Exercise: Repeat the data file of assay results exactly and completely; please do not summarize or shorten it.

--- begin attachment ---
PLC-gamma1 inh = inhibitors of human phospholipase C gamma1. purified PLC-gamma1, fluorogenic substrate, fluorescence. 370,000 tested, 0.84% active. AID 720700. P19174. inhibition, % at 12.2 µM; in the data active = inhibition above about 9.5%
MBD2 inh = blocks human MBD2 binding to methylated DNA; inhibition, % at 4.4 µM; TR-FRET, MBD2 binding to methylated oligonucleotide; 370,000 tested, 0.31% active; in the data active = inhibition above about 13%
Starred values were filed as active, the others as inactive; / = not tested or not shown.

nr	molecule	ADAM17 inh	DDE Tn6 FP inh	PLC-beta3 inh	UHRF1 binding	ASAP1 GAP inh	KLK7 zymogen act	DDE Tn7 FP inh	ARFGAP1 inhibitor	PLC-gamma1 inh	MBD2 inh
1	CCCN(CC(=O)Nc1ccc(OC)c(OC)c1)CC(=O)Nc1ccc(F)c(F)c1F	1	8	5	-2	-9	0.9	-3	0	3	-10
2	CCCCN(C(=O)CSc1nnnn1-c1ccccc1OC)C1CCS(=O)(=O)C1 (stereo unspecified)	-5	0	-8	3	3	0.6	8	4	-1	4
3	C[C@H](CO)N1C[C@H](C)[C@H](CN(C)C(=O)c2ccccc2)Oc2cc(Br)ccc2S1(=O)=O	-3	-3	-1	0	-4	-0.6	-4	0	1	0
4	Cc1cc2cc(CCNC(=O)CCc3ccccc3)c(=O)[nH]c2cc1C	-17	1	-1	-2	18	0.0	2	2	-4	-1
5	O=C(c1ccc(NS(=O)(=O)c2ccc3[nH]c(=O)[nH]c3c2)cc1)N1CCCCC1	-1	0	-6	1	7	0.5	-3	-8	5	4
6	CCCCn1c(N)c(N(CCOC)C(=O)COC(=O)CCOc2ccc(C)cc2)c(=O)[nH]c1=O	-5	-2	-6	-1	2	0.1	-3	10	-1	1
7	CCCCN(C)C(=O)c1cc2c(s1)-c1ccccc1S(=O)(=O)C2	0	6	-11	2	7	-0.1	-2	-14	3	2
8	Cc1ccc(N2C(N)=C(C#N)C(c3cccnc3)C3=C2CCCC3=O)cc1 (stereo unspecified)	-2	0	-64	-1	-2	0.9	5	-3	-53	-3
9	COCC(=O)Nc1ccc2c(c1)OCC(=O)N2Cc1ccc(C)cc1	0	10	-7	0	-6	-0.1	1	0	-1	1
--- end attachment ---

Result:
PLC-gamma1 inh = inhibitors of human phospholipase C gamma1. purified PLC-gamma1, fluorogenic substrate, fluorescence. 370,000 tested, 0.84% active. AID 720700. P19174. inhibition, % at 12.2 µM; in the data active = inhibition above about 9.5%
MBD2 inh = blocks human MBD2 binding to methylated DNA; inhibition, % at 4.4 µM; TR-FRET, MBD2 binding to methylated oligonucleotide; 370,000 tested, 0.31% active; in the data active = inhibition above about 13%
Starred values were filed as active, the others as inactive; / = not tested or not shown.

nr	molecule	ADAM17 inh	DDE Tn6 FP inh	PLC-beta3 inh	UHRF1 binding	ASAP1 GAP inh	KLK7 zymogen act	DDE Tn7 FP inh	ARFGAP1 inhibitor	PLC-gamma1 inh	MBD2 inh
1	CCCN(CC(=O)Nc1ccc(OC)c(OC)c1)CC(=O)Nc1ccc(F)c(F)c1F	1	8	5	-2	-9	0.9	-3	0	3	-10
2	CCCCN(C(=O)CSc1nnnn1-c1ccccc1OC)C1CCS(=O)(=O)C1 (stereo unspecified)	-5	0	-8	3	3	0.6	8	4	-1	4
3	C[C@H](CO)N1C[C@H](C)[C@H](CN(C)C(=O)c2ccccc2)Oc2cc(Br)ccc2S1(=O)=O	-3	-3	-1	0	-4	-0.6	-4	0	1	0
4	Cc1cc2cc(CCNC(=O)CCc3ccccc3)c(=O)[nH]c2cc1C	-17	1	-1	-2	18	0.0	2	2	-4	-1
5	O=C(c1ccc(NS(=O)(=O)c2ccc3[nH]c(=O)[nH]c3c2)cc1)N1CCCCC1	-1	0	-6	1	7	0.5	-3	-8	5	4
6	CCCCn1c(N)c(N(CCOC)C(=O)COC(=O)CCOc2ccc(C)cc2)c(=O)[nH]c1=O	-5	-2	-6	-1	2	0.1	-3	10	-1	1
7	CCCCN(C)C(=O)c1cc2c(s1)-c1ccccc1S(=O)(=O)C2	0	6	-11	2	7	-0.1	-2	-14	3	2
8	Cc1ccc(N2C(N)=C(C#N)C(c3cccnc3)C3=C2CCCC3=O)cc1 (stereo unspecified)	-2	0	-64	-1	-2	0.9	5	-3	-53	-3
9	COCC(=O)Nc1ccc2c(c1)OCC(=O)N2Cc1ccc(C)cc1	0	10	-7	0	-6	-0.1	1	0	-1	1